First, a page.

Less fun today, but still fun.

Danny wondered if I was planning to post today, or just lie around the house eating leftover V-Day cupcakes. The answer is: Get out of my face, Danny. I have four hours to write a story, shower, run downtown to check out a coffee table going up for auction tonight and strategize our bid (not to mention gird my loins against every gay couple in the tri-county area, because it’s mid-century and FABulous), pick up Kate, take the dog to the vet, primp for a girl’s night out, etc. But before I commence this whirlwind, I’m having a last cup of coffee and giving you something to hang your comments on, Danny, because that’s the kind of gal I am.

I always have a day like this after I’ve applied for a regular full-time job, which I did earlier this week. I’m not counting on hearing back from them, however, because one thing I’ve learned about myself in the last three years: I am box office poison. Like Joan Crawford.

In my pile of “stuff to write about eventually” is a copy of a book sent to me around Christmas by NN.C reader and sometime commenter, Michael Heaton. “Truth and Justice for Fun and Profit” is a collection of 20-plus years of columns and stories for The Plain Dealer, which you Midwesterners should immediately recognize as Cleveland’s daily newspaper (unless you’re from rural Indiana, and you know it as Wabash’s daily newspaper [no, it’s not the Cannonball, although it should be], in which case you’d be wrong, because the Wabash Plain Dealer has the city in its name, whereas Cleveland’s daily is just: The Plain Dealer, and just in case you were wondering, yes that IS the best newspaper name ever).

Anyway, Heaton’s book isn’t the sort of thing you just pick up and read straight through, but it’s great kitchen material — pick a short piece and read it while you wait for the sauce to reduce. Although it has a way of making the sauce reduce too much, if you catch my drift. You can burn your cheese toastie getting through “In the Valley of the Lost Boys,” a magazine-length piece recalling the glory days of an old-school bachelor colony, falling to (what else?) real-estate developers.

The book mostly makes me wistful, though — writing like this is why I got into newspapers in the first place. It’s reminds me that once upon a time the Features section was where a good writer aspired to be, before corporate bozos turned it into a forgettable mishmash of smart-parenting thumb-suckers and 10-day-old Paris Hilton gossip roundups.

Oh, well. Plug delivered. Follow the On the Nightstand link for buying info. (And please, don’t be put off by the “Foreword by Joe Eszterhas” line on the cover. We won’t hold that against him. Besides, when the One Great Scorer comes to write against the man who gave the world Sharon Stone’s coochie on the silver screen, he’ll have to put one thing on the plus side: He came back to Cleveland.)

And if Michael ever reads this, he knows why I finally got around to writing about it today — his father, legendary PD sportswriter Chuck Heaton, died Thursday. Ninety years old, surrounded by family, he crossed the river under the best circumstances possible. Wherever he is now, I wonder if he’s privy to what’s going to happen to the business he gave his life to. I hope, if he has any say in the matter, it’s not all bad. Michael, my condolences. It’s never easy.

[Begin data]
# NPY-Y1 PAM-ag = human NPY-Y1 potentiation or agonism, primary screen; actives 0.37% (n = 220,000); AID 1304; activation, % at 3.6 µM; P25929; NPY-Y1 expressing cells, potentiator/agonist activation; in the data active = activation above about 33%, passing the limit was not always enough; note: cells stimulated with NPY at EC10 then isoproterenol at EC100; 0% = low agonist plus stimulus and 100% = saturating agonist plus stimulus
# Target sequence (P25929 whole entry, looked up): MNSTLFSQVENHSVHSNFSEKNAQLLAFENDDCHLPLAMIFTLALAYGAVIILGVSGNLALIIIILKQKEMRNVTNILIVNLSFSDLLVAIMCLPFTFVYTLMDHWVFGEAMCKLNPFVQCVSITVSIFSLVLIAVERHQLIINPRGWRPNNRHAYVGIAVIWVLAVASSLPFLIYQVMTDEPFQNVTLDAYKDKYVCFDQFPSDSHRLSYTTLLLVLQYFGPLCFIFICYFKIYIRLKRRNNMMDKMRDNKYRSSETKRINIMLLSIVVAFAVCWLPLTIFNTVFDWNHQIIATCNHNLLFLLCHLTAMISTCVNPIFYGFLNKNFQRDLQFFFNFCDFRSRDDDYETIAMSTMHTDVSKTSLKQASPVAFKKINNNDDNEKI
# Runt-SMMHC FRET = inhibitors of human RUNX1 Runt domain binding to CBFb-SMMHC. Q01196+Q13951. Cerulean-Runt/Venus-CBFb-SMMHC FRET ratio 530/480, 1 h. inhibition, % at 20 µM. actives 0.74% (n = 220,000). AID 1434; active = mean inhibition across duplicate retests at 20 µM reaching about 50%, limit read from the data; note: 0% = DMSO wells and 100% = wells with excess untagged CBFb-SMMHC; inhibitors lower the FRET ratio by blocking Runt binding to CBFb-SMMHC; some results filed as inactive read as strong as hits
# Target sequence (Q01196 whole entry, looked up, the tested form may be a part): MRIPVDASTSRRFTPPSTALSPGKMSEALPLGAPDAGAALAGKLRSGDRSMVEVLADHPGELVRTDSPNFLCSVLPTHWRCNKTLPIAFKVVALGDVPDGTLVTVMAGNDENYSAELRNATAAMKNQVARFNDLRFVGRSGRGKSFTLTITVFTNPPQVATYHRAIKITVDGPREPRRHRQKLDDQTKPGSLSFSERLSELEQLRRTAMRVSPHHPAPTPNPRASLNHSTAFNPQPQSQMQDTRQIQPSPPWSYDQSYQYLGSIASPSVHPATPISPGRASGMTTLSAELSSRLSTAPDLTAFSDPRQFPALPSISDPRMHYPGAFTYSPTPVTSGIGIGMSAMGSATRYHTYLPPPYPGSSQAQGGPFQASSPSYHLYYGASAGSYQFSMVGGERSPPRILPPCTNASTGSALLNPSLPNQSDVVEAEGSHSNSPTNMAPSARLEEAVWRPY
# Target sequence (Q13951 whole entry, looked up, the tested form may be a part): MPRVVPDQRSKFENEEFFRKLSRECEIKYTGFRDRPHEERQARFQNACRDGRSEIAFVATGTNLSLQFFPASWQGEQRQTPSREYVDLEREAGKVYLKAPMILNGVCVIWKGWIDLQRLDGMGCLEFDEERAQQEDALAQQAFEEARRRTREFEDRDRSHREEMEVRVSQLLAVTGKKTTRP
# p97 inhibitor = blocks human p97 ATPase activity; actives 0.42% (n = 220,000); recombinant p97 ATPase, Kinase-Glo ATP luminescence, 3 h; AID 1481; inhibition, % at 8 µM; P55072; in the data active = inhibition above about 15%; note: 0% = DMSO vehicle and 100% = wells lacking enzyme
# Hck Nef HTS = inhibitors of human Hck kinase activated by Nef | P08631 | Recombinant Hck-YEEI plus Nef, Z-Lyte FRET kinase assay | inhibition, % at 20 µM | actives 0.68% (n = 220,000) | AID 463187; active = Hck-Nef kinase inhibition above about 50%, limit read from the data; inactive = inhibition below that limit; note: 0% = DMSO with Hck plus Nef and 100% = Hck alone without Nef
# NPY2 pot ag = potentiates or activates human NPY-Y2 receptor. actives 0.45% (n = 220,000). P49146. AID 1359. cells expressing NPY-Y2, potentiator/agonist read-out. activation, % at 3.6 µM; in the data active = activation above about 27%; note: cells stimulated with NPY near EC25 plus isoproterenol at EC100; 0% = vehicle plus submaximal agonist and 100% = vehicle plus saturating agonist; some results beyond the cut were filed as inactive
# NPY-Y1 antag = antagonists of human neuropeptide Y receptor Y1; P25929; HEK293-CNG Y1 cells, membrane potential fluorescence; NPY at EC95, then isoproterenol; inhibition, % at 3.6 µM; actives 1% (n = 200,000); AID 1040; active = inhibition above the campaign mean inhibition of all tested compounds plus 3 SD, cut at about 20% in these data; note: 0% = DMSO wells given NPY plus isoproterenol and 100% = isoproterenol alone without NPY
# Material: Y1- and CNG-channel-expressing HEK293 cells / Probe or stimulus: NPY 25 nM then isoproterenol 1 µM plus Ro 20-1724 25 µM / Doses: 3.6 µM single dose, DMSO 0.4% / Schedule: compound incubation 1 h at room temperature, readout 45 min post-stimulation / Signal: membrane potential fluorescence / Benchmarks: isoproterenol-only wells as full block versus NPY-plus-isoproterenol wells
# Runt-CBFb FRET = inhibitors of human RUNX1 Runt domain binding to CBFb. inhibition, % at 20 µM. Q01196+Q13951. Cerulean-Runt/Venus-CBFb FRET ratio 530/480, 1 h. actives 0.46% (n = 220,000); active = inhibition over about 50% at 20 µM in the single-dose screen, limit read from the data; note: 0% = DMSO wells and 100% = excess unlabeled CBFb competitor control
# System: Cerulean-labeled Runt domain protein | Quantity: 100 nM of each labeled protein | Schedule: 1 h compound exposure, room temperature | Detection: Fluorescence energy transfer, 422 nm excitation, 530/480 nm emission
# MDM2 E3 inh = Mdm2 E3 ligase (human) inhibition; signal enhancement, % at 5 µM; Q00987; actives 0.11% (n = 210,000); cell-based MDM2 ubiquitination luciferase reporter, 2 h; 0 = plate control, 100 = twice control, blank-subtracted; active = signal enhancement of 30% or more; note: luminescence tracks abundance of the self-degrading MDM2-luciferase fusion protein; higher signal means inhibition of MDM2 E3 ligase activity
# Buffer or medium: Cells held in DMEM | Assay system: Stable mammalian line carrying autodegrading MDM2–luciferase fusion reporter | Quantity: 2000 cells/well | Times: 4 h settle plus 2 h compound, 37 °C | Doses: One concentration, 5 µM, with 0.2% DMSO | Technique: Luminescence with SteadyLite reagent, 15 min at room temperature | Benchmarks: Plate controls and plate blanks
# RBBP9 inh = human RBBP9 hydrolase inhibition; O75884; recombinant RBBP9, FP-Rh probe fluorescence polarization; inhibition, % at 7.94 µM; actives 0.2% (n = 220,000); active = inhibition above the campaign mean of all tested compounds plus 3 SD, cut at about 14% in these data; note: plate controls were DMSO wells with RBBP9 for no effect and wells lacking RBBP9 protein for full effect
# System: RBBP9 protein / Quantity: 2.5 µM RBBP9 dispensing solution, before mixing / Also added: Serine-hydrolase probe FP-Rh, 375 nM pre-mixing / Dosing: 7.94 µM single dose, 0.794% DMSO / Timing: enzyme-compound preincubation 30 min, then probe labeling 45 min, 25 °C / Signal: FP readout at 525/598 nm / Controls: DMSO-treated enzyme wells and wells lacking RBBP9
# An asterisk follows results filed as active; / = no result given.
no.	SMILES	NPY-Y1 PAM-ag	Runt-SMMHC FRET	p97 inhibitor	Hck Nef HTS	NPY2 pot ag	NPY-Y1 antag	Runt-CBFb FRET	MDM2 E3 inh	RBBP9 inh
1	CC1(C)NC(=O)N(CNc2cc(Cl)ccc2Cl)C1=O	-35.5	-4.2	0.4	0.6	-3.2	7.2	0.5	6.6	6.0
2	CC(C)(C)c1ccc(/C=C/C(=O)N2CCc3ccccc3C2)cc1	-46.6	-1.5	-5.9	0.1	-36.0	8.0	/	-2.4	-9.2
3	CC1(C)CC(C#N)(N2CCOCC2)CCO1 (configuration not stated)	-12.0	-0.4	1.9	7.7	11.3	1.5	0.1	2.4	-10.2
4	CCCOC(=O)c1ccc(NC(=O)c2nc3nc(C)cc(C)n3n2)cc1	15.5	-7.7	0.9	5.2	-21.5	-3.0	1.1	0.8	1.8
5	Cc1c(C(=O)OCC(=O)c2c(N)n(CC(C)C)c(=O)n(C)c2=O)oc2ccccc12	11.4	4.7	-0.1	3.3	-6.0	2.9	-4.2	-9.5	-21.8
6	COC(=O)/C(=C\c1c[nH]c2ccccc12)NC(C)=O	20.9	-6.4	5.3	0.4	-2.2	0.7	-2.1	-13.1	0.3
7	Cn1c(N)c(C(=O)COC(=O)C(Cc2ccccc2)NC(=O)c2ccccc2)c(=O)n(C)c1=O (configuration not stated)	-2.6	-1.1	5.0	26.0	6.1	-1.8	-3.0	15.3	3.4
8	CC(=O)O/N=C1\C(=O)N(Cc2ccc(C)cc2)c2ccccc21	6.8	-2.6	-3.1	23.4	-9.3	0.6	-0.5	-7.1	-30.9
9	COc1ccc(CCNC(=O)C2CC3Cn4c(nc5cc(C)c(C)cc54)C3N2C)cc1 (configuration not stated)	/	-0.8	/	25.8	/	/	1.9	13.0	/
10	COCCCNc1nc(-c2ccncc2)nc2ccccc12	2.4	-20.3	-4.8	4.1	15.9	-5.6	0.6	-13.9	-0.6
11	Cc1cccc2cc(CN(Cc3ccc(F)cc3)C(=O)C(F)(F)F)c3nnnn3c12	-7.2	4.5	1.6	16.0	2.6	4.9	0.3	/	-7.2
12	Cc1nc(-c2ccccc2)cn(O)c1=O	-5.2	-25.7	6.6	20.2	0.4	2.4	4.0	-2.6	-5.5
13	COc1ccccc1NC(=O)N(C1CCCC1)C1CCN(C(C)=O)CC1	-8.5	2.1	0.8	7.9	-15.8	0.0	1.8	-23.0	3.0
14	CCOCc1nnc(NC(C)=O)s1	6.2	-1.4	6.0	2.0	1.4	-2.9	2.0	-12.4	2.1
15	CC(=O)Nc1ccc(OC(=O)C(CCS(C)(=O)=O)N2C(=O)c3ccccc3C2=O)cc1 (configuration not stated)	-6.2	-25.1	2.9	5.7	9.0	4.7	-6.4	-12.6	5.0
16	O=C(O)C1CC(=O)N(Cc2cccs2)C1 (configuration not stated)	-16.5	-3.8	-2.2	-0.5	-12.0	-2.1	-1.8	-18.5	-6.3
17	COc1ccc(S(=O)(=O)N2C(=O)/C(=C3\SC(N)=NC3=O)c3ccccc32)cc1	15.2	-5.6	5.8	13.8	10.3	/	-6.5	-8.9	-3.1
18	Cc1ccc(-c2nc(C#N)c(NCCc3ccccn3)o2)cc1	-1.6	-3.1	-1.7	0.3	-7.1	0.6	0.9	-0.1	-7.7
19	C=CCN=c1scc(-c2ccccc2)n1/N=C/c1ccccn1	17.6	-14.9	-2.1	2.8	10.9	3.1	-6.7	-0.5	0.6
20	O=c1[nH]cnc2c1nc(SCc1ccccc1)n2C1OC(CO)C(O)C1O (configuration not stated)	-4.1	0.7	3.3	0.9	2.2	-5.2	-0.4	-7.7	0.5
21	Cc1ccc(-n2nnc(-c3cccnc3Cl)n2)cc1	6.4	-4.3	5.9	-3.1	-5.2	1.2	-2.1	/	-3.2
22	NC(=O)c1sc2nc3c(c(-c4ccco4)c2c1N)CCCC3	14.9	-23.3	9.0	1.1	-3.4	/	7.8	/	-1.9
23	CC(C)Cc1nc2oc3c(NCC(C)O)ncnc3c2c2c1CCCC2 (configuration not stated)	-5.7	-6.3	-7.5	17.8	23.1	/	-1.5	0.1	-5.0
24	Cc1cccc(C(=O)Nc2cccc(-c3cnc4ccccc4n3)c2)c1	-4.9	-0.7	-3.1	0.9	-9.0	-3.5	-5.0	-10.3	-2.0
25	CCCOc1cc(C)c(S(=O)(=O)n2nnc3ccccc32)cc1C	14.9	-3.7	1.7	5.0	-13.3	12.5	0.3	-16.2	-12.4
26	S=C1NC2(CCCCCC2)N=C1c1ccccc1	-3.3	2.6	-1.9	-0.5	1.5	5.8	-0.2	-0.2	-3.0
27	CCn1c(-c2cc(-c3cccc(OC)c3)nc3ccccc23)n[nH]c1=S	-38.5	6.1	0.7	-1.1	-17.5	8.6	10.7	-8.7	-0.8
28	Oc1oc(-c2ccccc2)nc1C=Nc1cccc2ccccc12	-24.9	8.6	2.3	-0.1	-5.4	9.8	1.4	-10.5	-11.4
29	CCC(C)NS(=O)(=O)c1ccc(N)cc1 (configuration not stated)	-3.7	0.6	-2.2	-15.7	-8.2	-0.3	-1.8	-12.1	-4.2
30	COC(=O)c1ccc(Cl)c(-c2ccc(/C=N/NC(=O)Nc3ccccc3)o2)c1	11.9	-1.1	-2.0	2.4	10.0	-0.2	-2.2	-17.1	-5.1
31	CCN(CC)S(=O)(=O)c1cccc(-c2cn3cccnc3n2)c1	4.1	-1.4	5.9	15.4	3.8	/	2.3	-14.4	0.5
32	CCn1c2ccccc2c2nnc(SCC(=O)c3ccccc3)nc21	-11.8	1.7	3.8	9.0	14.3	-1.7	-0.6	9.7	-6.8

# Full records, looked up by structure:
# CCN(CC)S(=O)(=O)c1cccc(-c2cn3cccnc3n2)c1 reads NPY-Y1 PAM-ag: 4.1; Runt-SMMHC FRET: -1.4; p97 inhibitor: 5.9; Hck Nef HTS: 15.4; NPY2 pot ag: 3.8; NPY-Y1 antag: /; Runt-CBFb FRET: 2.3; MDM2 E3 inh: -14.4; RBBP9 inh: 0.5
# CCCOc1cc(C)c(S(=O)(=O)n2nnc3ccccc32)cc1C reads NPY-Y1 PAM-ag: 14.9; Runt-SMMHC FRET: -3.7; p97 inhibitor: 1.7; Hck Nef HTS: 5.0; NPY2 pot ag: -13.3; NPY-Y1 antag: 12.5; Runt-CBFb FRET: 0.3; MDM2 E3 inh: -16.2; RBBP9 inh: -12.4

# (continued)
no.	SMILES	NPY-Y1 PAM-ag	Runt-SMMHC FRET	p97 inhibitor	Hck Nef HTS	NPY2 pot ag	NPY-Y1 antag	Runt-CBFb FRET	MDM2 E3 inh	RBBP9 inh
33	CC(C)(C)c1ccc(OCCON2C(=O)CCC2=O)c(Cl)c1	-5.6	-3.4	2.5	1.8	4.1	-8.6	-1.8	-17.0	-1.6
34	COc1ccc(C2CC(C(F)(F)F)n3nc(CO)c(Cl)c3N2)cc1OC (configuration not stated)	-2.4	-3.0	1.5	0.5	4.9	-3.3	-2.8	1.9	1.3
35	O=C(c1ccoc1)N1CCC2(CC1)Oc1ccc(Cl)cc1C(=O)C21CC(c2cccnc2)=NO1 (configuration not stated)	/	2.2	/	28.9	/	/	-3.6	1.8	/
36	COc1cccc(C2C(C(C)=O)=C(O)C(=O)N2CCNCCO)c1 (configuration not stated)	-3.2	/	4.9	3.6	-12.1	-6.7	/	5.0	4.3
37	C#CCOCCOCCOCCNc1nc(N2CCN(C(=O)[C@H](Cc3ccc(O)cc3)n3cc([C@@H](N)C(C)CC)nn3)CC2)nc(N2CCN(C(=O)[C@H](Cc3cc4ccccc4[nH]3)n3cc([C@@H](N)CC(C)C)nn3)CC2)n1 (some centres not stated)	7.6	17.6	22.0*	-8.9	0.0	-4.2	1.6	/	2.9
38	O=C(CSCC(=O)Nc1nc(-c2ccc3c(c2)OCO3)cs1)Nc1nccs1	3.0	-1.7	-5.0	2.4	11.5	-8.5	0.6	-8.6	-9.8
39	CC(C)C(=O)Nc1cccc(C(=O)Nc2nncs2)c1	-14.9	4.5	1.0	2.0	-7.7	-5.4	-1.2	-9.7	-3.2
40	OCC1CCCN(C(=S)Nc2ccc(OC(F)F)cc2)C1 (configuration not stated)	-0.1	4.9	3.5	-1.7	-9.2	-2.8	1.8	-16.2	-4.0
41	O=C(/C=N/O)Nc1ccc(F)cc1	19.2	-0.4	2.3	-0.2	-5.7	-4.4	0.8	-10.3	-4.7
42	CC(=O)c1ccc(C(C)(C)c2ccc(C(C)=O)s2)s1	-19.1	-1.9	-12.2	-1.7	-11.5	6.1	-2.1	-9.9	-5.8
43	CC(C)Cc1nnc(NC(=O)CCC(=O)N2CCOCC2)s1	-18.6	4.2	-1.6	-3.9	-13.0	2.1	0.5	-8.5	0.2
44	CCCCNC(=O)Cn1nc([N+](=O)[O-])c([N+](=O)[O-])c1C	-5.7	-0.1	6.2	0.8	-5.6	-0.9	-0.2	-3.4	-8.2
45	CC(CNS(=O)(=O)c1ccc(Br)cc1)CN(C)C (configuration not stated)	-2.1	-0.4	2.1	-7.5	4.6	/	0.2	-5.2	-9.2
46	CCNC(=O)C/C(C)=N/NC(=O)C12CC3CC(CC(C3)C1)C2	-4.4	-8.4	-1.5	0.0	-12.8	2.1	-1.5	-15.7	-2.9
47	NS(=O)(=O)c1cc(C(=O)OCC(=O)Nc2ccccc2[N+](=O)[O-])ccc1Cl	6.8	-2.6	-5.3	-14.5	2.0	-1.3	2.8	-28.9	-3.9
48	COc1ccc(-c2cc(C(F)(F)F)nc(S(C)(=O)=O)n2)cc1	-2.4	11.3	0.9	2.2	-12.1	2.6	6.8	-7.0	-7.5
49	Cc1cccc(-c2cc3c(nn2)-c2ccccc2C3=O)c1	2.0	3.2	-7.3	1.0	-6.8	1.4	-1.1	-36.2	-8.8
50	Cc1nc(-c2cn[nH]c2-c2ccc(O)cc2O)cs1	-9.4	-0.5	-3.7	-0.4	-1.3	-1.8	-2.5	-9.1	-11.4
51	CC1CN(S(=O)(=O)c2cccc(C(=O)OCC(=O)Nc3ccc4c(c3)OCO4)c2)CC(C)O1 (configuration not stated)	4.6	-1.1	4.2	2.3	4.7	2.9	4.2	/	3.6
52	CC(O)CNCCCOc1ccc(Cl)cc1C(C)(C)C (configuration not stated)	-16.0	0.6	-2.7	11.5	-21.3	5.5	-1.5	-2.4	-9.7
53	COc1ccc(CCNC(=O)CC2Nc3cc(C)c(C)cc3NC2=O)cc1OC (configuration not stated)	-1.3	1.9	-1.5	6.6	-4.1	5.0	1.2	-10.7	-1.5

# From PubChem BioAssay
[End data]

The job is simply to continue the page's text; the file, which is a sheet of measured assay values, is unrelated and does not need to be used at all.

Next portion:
Off to my fun-filled day. You happy now, Danny?

Posted at 11:37 am in Media |

21 responses to “Less fun today, but still fun.”

  1. Julie Robinson said on February 15, 2008 at 11:54 am

    And here’s a shout-out to another NN.C commentator: Brian Stouder, who is thanked in the acknowledgments of Gerald Prokopowicz’s new Lincoln book. First paragraph, no less. It seems Brian was too modest to mention this when writing about the book.

    250 chars

  2. Sue said on February 15, 2008 at 12:06 pm

    Nancy, you’re not box-office poison. You’re just old. Age discrimination is alive and well and flourishing in the American workplace.

    135 chars

  3. brian stouder said on February 15, 2008 at 12:13 pm

    Julie – it is not too much to say that I was stunned and amazed when I saw that….it was a tremendous, undeserved honor, and a complete surprise!

    In corresponding with him, Dr P indicated that some of the online discussions that we had participated in over the years directly contributed to his book. Most often, I would post about whatever author or speaker had just visited the Fort Wayne Lincoln Museum, and offer a reaction to this-or-that subject that was addressed, and this would lead to discussions….so to the extent that I had anything to offer Dr P, really the Lincoln Museum gets the credit!

    Anyway, reading that acknowledgement made my ears burn and my forehead tingle…and as I mentioned to Nance – when she writes her book, maybe I can be a Zelig-like presence in a footnote there, too!

    811 chars

  4. Peter said on February 15, 2008 at 12:15 pm

    Well, I would like to plug a book of newspaper/magazine articles that originally appeared in the Chicago Reader. The People Are the News: Grant Pick’s Chicago Stories, published by NU Press. I remember Pick’s stories from the Reader, and they were special.

    Box office poison? Nancy Dearest, say it ain’t so! But if it’s true, you can use your new found video skillz for a damn fine remake of Whatever Happened to Baby Jane

    429 chars

  5. Danny said on February 15, 2008 at 12:27 pm

    OK. Yes, I am happy!

    Now, in case you guys think that San Diego is all palm trees and beachside Corona commercials, here is proof to the contrary. Snow! Snow, I tell you!

    And though the temperature had already dipped to 39 F yesterday afternoon, I still got in the pool (heated, but outdoors) and swam my usual 5000. The kids talk about me in reverential terms. At least to my face. Behind my back, I’m probably just that crazy old guy with no life and no sense.

    Maybe I’ll get mentioned in one of their books. The Idiot’s Guide to Being an Idiot?

    660 chars

  6. Danny said on February 15, 2008 at 12:28 pm

    Congratulations, Brian. Very cool.

    35 chars

  7. nancy said on February 15, 2008 at 12:34 pm

    Five thousand yards in a heated pool? I’ll put that effort right up there with sex in an outdoor hot tub during a snowstorm. (Let me see the hands…)